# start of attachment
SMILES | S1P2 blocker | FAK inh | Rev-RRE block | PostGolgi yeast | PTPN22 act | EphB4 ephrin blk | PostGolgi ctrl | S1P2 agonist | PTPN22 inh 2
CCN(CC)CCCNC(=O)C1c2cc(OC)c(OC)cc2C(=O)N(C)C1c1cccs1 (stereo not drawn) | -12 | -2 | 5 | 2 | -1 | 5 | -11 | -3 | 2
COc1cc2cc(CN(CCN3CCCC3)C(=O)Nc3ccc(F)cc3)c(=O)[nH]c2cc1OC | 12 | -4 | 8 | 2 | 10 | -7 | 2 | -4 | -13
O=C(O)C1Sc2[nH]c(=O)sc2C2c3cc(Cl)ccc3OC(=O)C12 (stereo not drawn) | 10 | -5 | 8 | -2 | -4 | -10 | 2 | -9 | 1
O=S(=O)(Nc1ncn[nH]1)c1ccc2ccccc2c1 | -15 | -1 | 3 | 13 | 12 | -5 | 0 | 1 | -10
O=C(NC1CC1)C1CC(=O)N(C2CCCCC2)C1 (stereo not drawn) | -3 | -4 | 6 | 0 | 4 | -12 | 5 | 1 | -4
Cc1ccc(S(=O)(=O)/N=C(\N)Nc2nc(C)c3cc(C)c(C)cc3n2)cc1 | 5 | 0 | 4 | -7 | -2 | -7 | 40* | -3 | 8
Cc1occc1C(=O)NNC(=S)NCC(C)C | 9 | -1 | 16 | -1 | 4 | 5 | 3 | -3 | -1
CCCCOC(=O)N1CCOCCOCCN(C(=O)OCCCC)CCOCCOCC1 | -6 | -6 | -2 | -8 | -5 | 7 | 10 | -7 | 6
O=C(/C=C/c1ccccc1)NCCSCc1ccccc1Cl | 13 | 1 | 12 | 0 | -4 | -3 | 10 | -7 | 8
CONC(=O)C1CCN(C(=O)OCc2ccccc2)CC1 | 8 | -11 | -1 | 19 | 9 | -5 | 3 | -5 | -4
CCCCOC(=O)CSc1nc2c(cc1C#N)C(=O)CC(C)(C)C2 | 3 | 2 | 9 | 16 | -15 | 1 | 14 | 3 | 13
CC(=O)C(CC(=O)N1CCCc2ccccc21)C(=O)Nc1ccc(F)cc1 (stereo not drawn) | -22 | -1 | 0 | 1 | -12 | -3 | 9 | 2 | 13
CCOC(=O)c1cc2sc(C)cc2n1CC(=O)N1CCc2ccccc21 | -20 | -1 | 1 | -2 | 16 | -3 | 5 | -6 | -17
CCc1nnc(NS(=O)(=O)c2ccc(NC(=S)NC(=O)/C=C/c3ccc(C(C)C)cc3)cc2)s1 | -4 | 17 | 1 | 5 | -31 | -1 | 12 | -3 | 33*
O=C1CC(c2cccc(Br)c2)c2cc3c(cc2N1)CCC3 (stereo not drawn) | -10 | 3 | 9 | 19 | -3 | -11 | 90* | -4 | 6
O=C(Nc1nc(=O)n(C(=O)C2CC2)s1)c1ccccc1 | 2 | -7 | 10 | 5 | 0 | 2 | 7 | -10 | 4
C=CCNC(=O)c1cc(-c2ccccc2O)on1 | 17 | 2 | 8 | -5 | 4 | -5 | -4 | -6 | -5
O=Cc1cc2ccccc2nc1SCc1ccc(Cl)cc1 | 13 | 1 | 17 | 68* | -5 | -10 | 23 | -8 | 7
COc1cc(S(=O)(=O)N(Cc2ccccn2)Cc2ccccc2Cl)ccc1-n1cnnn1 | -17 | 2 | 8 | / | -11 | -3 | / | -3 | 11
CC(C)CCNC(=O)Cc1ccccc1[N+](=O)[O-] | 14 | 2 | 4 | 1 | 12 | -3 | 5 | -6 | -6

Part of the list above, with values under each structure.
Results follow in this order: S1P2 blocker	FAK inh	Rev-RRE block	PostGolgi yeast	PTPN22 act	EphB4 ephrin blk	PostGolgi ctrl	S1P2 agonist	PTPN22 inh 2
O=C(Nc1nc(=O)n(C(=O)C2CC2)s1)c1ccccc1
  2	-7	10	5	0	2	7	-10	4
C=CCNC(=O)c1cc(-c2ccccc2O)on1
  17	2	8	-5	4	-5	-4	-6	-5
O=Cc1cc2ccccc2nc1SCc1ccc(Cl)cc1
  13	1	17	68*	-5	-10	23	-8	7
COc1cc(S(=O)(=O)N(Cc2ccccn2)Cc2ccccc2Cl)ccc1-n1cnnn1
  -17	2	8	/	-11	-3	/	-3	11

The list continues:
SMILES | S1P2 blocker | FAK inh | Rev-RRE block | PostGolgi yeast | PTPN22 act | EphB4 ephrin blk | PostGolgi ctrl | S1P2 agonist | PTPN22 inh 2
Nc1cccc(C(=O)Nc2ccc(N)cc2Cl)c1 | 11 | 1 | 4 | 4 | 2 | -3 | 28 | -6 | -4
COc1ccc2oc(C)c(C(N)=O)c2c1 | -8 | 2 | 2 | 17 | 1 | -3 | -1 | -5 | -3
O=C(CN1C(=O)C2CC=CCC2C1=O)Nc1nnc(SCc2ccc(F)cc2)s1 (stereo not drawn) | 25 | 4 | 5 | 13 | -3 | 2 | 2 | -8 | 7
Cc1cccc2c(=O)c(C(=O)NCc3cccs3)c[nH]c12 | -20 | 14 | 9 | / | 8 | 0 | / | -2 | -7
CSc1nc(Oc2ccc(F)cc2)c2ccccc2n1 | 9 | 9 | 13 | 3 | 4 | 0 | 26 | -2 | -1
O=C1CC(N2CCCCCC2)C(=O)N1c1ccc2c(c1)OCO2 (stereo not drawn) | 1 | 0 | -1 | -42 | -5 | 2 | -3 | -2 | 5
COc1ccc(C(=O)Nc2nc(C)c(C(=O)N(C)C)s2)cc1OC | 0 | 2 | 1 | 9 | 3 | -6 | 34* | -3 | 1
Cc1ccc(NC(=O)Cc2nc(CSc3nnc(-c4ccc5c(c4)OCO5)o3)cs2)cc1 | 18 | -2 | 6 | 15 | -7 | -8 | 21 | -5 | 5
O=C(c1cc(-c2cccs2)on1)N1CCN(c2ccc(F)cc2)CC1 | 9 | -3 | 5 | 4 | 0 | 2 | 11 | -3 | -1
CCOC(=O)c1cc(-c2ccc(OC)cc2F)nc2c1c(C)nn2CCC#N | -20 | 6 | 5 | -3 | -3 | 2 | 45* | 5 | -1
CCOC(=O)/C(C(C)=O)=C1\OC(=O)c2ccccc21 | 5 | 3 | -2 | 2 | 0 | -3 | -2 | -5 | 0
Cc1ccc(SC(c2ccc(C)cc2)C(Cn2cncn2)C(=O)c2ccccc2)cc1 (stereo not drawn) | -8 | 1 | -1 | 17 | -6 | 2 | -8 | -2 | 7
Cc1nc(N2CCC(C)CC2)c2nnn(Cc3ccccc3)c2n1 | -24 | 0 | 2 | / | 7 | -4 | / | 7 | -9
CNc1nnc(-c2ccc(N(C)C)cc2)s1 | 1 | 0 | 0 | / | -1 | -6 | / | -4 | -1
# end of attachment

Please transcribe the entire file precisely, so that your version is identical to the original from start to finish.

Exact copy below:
SMILES | S1P2 blocker | FAK inh | Rev-RRE block | PostGolgi yeast | PTPN22 act | EphB4 ephrin blk | PostGolgi ctrl | S1P2 agonist | PTPN22 inh 2
CCN(CC)CCCNC(=O)C1c2cc(OC)c(OC)cc2C(=O)N(C)C1c1cccs1 (stereo not drawn) | -12 | -2 | 5 | 2 | -1 | 5 | -11 | -3 | 2
COc1cc2cc(CN(CCN3CCCC3)C(=O)Nc3ccc(F)cc3)c(=O)[nH]c2cc1OC | 12 | -4 | 8 | 2 | 10 | -7 | 2 | -4 | -13
O=C(O)C1Sc2[nH]c(=O)sc2C2c3cc(Cl)ccc3OC(=O)C12 (stereo not drawn) | 10 | -5 | 8 | -2 | -4 | -10 | 2 | -9 | 1
O=S(=O)(Nc1ncn[nH]1)c1ccc2ccccc2c1 | -15 | -1 | 3 | 13 | 12 | -5 | 0 | 1 | -10
O=C(NC1CC1)C1CC(=O)N(C2CCCCC2)C1 (stereo not drawn) | -3 | -4 | 6 | 0 | 4 | -12 | 5 | 1 | -4
Cc1ccc(S(=O)(=O)/N=C(\N)Nc2nc(C)c3cc(C)c(C)cc3n2)cc1 | 5 | 0 | 4 | -7 | -2 | -7 | 40* | -3 | 8
Cc1occc1C(=O)NNC(=S)NCC(C)C | 9 | -1 | 16 | -1 | 4 | 5 | 3 | -3 | -1
CCCCOC(=O)N1CCOCCOCCN(C(=O)OCCCC)CCOCCOCC1 | -6 | -6 | -2 | -8 | -5 | 7 | 10 | -7 | 6
O=C(/C=C/c1ccccc1)NCCSCc1ccccc1Cl | 13 | 1 | 12 | 0 | -4 | -3 | 10 | -7 | 8
CONC(=O)C1CCN(C(=O)OCc2ccccc2)CC1 | 8 | -11 | -1 | 19 | 9 | -5 | 3 | -5 | -4
CCCCOC(=O)CSc1nc2c(cc1C#N)C(=O)CC(C)(C)C2 | 3 | 2 | 9 | 16 | -15 | 1 | 14 | 3 | 13
CC(=O)C(CC(=O)N1CCCc2ccccc21)C(=O)Nc1ccc(F)cc1 (stereo not drawn) | -22 | -1 | 0 | 1 | -12 | -3 | 9 | 2 | 13
CCOC(=O)c1cc2sc(C)cc2n1CC(=O)N1CCc2ccccc21 | -20 | -1 | 1 | -2 | 16 | -3 | 5 | -6 | -17
CCc1nnc(NS(=O)(=O)c2ccc(NC(=S)NC(=O)/C=C/c3ccc(C(C)C)cc3)cc2)s1 | -4 | 17 | 1 | 5 | -31 | -1 | 12 | -3 | 33*
O=C1CC(c2cccc(Br)c2)c2cc3c(cc2N1)CCC3 (stereo not drawn) | -10 | 3 | 9 | 19 | -3 | -11 | 90* | -4 | 6
O=C(Nc1nc(=O)n(C(=O)C2CC2)s1)c1ccccc1 | 2 | -7 | 10 | 5 | 0 | 2 | 7 | -10 | 4
C=CCNC(=O)c1cc(-c2ccccc2O)on1 | 17 | 2 | 8 | -5 | 4 | -5 | -4 | -6 | -5
O=Cc1cc2ccccc2nc1SCc1ccc(Cl)cc1 | 13 | 1 | 17 | 68* | -5 | -10 | 23 | -8 | 7
COc1cc(S(=O)(=O)N(Cc2ccccn2)Cc2ccccc2Cl)ccc1-n1cnnn1 | -17 | 2 | 8 | / | -11 | -3 | / | -3 | 11
CC(C)CCNC(=O)Cc1ccccc1[N+](=O)[O-] | 14 | 2 | 4 | 1 | 12 | -3 | 5 | -6 | -6

Part of the list above, with values under each structure.
Results follow in this order: S1P2 blocker	FAK inh	Rev-RRE block	PostGolgi yeast	PTPN22 act	EphB4 ephrin blk	PostGolgi ctrl	S1P2 agonist	PTPN22 inh 2
O=C(Nc1nc(=O)n(C(=O)C2CC2)s1)c1ccccc1
  2	-7	10	5	0	2	7	-10	4
C=CCNC(=O)c1cc(-c2ccccc2O)on1
  17	2	8	-5	4	-5	-4	-6	-5
O=Cc1cc2ccccc2nc1SCc1ccc(Cl)cc1
  13	1	17	68*	-5	-10	23	-8	7
COc1cc(S(=O)(=O)N(Cc2ccccn2)Cc2ccccc2Cl)ccc1-n1cnnn1
  -17	2	8	/	-11	-3	/	-3	11

The list continues:
SMILES | S1P2 blocker | FAK inh | Rev-RRE block | PostGolgi yeast | PTPN22 act | EphB4 ephrin blk | PostGolgi ctrl | S1P2 agonist | PTPN22 inh 2
Nc1cccc(C(=O)Nc2ccc(N)cc2Cl)c1 | 11 | 1 | 4 | 4 | 2 | -3 | 28 | -6 | -4
COc1ccc2oc(C)c(C(N)=O)c2c1 | -8 | 2 | 2 | 17 | 1 | -3 | -1 | -5 | -3
O=C(CN1C(=O)C2CC=CCC2C1=O)Nc1nnc(SCc2ccc(F)cc2)s1 (stereo not drawn) | 25 | 4 | 5 | 13 | -3 | 2 | 2 | -8 | 7
Cc1cccc2c(=O)c(C(=O)NCc3cccs3)c[nH]c12 | -20 | 14 | 9 | / | 8 | 0 | / | -2 | -7
CSc1nc(Oc2ccc(F)cc2)c2ccccc2n1 | 9 | 9 | 13 | 3 | 4 | 0 | 26 | -2 | -1
O=C1CC(N2CCCCCC2)C(=O)N1c1ccc2c(c1)OCO2 (stereo not drawn) | 1 | 0 | -1 | -42 | -5 | 2 | -3 | -2 | 5
COc1ccc(C(=O)Nc2nc(C)c(C(=O)N(C)C)s2)cc1OC | 0 | 2 | 1 | 9 | 3 | -6 | 34* | -3 | 1
Cc1ccc(NC(=O)Cc2nc(CSc3nnc(-c4ccc5c(c4)OCO5)o3)cs2)cc1 | 18 | -2 | 6 | 15 | -7 | -8 | 21 | -5 | 5
O=C(c1cc(-c2cccs2)on1)N1CCN(c2ccc(F)cc2)CC1 | 9 | -3 | 5 | 4 | 0 | 2 | 11 | -3 | -1
CCOC(=O)c1cc(-c2ccc(OC)cc2F)nc2c1c(C)nn2CCC#N | -20 | 6 | 5 | -3 | -3 | 2 | 45* | 5 | -1
CCOC(=O)/C(C(C)=O)=C1\OC(=O)c2ccccc21 | 5 | 3 | -2 | 2 | 0 | -3 | -2 | -5 | 0
Cc1ccc(SC(c2ccc(C)cc2)C(Cn2cncn2)C(=O)c2ccccc2)cc1 (stereo not drawn) | -8 | 1 | -1 | 17 | -6 | 2 | -8 | -2 | 7
Cc1nc(N2CCC(C)CC2)c2nnn(Cc3ccccc3)c2n1 | -24 | 0 | 2 | / | 7 | -4 | / | 7 | -9
CNc1nnc(-c2ccc(N(C)C)cc2)s1 | 1 | 0 | 0 | / | -1 | -6 | / | -4 | -1